(OPP liaison officers, right, meet with Mohawk land protectors Feb. 10. Four days later the OPP said it was compelled to give CN Rail the identities of the Mohawks. Police also provided intelligence it gathered.)
The Ontario Provincial Police say a subpoena compelled it to provide the Canadian National Railway a list of Mohawks identified at the Tyendinaga rail protest who were allegedly violating a court injunction.
One expert says the collaboration between police and industry points to a troubling relationship that prioritizes Canada’s economic interests over human rights.
“CN indicated it would issue subpoenas to compel the OPP to bring this information to court. To avoid CN issuing subpoenas to multiple members, the OPP agreed to provide a witness for this purpose,” said OPP spokesperson Carolle Dionne, in an email.
“The witness attended court under compulsion of the subpoena and turned over evidence at the direction of the court. The OPP did not voluntarily provide this information.”
Dionne said CN first asked the OPP “to voluntarily provide names and information about protesters,” but the OPP refused. CN then told the OPP it would subpoena the liaison officers that had been dealing with the Mohawks on the ground since the rail protest began on Feb. 6.
On Feb. 12 CN subpoenaed Staff-Sgt. Chris Watkins, as agreed upon by the OPP.
Two days later Watkins appeared in court before Justice William Chalmers, who allowed a CN lawyer to examine the officer “in order to determine the identity of persons in breach of the interim [injunction] order” that Chalmers issued Feb. 7.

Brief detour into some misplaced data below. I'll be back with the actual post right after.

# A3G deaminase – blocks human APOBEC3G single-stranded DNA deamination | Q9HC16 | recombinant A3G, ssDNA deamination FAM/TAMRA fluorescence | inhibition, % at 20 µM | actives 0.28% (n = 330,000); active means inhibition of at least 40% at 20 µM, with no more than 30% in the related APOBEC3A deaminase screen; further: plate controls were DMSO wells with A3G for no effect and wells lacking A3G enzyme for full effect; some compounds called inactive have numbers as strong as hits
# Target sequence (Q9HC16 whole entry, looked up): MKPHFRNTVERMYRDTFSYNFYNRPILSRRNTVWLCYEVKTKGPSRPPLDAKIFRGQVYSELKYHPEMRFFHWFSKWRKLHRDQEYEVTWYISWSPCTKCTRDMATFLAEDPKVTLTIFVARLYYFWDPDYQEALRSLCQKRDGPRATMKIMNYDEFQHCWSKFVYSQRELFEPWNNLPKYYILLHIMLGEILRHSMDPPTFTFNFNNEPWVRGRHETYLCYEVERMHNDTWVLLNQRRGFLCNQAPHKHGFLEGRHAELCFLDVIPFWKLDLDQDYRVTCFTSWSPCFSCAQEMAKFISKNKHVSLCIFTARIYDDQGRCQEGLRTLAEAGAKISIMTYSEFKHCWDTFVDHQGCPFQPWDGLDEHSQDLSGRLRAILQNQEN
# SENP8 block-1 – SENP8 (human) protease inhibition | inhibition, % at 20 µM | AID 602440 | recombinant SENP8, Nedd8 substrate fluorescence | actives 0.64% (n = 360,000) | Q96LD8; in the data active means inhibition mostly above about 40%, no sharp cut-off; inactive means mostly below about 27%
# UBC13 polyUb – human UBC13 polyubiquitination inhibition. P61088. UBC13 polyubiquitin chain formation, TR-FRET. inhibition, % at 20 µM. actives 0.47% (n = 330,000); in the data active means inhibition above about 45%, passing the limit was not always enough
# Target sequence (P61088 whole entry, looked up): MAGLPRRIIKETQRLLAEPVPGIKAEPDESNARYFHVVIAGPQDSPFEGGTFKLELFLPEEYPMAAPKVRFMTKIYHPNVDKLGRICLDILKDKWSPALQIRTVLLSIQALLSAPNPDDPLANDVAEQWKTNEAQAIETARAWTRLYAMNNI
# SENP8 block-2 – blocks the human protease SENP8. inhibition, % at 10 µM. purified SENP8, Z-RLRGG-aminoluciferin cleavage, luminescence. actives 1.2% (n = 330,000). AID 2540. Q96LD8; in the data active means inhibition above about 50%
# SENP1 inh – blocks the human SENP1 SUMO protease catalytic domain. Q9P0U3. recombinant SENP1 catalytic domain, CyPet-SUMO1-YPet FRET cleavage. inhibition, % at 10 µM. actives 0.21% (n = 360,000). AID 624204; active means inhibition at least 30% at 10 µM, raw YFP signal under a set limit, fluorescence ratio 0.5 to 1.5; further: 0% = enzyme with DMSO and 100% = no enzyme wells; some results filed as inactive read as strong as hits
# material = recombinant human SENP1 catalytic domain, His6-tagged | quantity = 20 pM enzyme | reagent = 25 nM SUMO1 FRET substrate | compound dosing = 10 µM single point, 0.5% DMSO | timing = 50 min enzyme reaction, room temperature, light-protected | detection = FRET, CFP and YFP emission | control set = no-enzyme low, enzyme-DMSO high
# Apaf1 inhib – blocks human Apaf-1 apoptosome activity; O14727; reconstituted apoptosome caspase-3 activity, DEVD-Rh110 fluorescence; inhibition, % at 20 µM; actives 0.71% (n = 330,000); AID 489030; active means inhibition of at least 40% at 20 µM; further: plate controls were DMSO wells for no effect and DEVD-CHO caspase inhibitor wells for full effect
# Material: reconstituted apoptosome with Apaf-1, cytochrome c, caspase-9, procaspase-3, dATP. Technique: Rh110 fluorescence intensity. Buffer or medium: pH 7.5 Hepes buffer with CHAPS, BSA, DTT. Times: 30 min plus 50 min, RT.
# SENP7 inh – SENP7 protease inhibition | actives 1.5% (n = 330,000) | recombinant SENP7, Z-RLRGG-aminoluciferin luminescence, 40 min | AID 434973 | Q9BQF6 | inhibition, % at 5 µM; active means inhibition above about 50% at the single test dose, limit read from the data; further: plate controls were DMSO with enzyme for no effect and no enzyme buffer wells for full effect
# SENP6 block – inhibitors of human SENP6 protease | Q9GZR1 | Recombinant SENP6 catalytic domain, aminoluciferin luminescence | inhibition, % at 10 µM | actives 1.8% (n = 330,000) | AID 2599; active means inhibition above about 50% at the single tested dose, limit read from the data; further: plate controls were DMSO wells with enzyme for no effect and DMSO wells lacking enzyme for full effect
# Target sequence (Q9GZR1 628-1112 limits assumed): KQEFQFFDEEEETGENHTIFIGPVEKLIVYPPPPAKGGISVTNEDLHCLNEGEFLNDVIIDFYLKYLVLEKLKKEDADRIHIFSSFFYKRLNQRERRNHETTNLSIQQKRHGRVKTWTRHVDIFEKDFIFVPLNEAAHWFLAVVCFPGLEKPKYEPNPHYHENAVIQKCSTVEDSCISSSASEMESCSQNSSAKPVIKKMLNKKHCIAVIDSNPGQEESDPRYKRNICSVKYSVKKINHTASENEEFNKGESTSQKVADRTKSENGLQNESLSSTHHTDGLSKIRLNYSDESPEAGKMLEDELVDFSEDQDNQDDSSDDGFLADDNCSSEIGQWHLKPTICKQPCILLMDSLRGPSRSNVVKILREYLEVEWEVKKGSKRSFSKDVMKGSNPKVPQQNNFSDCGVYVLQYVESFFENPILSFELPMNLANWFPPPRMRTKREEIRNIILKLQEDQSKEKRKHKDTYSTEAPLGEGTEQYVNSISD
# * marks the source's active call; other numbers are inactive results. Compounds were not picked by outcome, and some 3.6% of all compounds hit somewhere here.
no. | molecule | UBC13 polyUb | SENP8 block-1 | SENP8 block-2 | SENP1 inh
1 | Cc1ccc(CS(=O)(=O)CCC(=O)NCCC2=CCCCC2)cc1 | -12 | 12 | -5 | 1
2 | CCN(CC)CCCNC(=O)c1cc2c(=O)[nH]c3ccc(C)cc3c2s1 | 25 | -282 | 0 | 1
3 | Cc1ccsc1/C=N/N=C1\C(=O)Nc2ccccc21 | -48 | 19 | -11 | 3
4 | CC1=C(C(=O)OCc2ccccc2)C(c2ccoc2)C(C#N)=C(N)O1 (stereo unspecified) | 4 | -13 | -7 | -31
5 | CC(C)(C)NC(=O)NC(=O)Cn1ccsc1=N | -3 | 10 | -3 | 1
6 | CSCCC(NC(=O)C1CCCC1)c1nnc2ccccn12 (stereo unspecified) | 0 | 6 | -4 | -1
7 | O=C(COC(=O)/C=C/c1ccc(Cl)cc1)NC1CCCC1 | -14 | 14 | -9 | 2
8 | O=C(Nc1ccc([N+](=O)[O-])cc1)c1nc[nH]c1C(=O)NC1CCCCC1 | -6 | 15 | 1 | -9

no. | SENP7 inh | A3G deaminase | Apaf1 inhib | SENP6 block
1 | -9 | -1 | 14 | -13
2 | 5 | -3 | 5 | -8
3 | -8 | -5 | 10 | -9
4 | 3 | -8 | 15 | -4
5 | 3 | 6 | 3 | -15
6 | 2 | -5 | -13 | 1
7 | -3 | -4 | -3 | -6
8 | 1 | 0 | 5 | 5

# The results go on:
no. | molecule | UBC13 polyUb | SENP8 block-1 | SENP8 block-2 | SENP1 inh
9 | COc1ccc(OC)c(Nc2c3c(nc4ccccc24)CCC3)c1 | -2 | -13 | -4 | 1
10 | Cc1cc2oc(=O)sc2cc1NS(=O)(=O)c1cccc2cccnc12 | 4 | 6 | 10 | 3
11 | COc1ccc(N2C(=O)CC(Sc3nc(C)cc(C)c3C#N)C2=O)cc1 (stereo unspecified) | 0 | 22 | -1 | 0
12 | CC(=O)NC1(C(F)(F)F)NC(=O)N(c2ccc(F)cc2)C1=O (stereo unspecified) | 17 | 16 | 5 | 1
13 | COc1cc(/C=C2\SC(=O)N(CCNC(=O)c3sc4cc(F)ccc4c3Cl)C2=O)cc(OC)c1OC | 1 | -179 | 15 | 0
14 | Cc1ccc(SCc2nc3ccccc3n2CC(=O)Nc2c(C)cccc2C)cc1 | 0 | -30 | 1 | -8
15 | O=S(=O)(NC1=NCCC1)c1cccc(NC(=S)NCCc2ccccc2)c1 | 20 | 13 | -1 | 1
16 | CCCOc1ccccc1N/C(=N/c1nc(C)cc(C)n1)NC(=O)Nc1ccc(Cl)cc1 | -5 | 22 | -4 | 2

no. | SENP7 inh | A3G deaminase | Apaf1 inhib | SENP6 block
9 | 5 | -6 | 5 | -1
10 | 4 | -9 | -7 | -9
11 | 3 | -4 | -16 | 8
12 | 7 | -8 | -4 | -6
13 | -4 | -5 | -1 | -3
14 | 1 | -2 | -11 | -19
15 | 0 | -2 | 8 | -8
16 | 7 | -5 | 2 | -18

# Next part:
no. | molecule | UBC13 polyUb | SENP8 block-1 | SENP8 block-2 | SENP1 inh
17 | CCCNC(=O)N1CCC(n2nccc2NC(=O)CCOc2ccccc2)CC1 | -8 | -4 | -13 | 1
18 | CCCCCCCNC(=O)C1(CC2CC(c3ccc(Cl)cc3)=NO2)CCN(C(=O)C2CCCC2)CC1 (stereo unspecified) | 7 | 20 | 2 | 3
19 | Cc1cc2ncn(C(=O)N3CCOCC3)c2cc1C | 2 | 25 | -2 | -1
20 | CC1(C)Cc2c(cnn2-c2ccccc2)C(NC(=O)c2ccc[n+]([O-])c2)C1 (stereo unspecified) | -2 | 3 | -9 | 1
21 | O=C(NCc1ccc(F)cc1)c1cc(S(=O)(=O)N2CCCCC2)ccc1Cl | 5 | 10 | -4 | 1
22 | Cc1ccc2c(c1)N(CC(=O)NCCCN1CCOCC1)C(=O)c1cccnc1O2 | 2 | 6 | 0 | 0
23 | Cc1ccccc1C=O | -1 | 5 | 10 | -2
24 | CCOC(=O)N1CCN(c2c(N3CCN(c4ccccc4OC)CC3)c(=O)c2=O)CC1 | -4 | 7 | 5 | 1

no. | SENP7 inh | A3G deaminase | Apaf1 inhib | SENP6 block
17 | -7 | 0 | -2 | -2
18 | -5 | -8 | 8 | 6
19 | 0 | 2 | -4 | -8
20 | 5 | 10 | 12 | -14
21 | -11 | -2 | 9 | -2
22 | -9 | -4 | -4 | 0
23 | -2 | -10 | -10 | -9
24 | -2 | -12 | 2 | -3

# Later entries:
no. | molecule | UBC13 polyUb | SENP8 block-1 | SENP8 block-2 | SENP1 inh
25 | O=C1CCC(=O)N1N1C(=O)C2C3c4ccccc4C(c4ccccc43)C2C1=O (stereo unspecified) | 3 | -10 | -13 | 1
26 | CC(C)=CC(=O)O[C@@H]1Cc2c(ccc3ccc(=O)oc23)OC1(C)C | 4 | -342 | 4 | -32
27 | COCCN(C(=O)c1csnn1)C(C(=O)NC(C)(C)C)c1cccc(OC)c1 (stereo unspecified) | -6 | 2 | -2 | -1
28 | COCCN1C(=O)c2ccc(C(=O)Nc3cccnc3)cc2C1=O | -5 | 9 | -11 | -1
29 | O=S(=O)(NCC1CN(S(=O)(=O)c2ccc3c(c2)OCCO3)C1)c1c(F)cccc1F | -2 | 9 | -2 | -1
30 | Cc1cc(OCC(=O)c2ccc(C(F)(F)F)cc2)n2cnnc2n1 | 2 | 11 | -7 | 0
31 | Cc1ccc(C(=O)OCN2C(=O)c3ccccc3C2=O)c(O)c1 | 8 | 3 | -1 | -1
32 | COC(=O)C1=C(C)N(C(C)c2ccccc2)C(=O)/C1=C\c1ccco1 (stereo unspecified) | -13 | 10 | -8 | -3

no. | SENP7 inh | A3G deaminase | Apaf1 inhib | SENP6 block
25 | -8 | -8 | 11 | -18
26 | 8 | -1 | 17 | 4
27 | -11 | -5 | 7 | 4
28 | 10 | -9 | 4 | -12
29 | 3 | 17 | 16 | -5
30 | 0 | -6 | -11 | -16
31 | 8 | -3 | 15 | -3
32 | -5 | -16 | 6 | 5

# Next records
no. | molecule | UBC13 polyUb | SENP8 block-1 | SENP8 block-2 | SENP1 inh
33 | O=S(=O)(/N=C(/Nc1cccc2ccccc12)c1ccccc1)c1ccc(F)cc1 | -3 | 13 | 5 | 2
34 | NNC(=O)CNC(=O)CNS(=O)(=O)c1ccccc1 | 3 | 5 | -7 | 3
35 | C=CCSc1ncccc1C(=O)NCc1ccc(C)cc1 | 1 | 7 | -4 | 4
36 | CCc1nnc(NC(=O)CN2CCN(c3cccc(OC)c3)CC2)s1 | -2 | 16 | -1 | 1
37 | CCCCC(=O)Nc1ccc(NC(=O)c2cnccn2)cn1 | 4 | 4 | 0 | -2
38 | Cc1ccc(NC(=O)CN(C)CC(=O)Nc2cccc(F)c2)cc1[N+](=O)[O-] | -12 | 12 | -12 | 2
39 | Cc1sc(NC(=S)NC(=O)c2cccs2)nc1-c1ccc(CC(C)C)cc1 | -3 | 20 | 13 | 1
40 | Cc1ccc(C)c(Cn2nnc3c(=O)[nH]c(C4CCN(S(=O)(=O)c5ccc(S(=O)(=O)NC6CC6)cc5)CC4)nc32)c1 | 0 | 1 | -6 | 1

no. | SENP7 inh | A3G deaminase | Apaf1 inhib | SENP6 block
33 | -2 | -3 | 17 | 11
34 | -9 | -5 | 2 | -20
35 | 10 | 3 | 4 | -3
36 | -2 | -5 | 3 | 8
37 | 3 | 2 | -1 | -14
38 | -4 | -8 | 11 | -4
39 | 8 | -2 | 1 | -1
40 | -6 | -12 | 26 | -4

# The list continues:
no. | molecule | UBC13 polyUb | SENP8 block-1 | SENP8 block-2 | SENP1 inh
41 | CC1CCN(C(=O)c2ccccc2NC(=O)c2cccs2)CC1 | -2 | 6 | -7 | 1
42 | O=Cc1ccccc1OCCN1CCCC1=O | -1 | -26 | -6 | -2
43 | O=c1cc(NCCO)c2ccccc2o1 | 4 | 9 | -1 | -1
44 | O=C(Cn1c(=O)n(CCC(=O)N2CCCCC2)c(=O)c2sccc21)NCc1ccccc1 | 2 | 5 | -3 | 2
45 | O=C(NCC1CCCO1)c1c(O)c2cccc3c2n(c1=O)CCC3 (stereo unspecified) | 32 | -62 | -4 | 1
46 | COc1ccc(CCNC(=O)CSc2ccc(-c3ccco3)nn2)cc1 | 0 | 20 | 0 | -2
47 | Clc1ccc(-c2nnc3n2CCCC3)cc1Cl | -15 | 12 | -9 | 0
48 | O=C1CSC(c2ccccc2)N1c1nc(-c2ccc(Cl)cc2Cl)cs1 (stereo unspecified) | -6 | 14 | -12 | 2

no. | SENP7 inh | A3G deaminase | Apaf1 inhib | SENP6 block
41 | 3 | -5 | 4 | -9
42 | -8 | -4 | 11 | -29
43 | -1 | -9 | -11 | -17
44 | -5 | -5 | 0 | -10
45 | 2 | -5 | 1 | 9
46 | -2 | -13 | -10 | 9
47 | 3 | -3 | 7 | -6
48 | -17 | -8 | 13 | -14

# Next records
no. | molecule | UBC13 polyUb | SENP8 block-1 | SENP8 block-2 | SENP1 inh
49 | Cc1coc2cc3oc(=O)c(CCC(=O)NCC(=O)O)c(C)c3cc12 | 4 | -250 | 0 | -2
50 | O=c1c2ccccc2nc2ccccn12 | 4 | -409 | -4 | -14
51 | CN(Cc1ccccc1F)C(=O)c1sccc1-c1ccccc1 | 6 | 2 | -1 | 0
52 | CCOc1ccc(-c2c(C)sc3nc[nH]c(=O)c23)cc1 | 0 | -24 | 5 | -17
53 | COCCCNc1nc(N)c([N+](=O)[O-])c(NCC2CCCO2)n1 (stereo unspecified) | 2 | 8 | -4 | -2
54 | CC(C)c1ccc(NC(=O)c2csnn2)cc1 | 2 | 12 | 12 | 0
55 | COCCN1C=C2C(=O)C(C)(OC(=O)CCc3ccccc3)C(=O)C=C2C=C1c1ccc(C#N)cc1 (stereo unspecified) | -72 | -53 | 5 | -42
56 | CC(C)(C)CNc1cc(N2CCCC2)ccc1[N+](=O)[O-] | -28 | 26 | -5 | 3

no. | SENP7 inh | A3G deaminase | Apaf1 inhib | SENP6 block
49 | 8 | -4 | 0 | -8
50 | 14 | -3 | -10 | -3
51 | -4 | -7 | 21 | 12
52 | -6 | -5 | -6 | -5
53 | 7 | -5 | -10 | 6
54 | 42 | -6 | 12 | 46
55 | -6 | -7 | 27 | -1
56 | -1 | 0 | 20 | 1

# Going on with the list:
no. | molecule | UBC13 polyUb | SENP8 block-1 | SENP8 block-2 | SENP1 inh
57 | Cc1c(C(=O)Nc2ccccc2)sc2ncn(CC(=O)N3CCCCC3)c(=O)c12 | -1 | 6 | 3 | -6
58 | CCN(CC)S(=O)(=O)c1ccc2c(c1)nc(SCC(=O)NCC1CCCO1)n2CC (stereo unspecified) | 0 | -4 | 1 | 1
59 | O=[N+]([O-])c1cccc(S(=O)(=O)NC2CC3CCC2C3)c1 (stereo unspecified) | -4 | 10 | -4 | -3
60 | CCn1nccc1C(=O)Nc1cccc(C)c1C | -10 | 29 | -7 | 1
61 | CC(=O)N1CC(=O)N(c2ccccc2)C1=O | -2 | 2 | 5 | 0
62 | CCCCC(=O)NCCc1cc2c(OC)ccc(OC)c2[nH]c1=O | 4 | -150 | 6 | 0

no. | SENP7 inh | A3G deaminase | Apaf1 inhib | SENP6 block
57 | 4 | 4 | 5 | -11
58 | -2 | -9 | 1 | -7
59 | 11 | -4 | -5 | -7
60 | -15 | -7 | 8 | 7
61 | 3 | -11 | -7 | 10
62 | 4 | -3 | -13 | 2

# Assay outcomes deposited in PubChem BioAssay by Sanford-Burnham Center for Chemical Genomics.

“He identified the persons who were on the tracks/right of way after the order was communicated to the protesters at 3:43 p.m. on February 8, 2020. The list is attached to the Order as Ex. 1,” said Chalmers in his Feb. 14 order.
“CN Rail has stated that its intention is to proceed with a motion to find the individuals identified by Staff Sergeant Watkins in contempt of the interim injunction order.”
Chalmers set the date for March 24. If the Mohawks are found guilty of contempt they could be ordered by the court to pay CN thousands of dollars in damages.
But Watkins gave the court more than names.
He also provided the court with intelligence the OPP’s liaison officers gathered on the demonstrators. The three-page document was redacted by the OPP to remove names of what appears to be OPP officers and sources.
The document shows the liaison officers were meeting almost daily with the Mohawks.
An associate professor in Carleton University’s Institute of Criminology and Criminal Justice believes the OPP should have contested providing any information to a private company.
“I think it’s an incredible window into the OPP playing this kind of due role. While on one hand they may be making these overtures about wanting to be respectful and have relationships; on the other the real relationship is with CN,” said Jeffrey Monaghan, who specializes in police and surveillance practices.
“They are handing over an incredible trove of intelligence that CN could never get, or would have a lot of difficulty getting this kind of intelligence on people for a civil proceeding on their own. Now the police are doing all their work for them.”
Monaghan’s research focuses on the preemptive work police do on social movements, including Indigenous movements, and says intelligence can change quickly.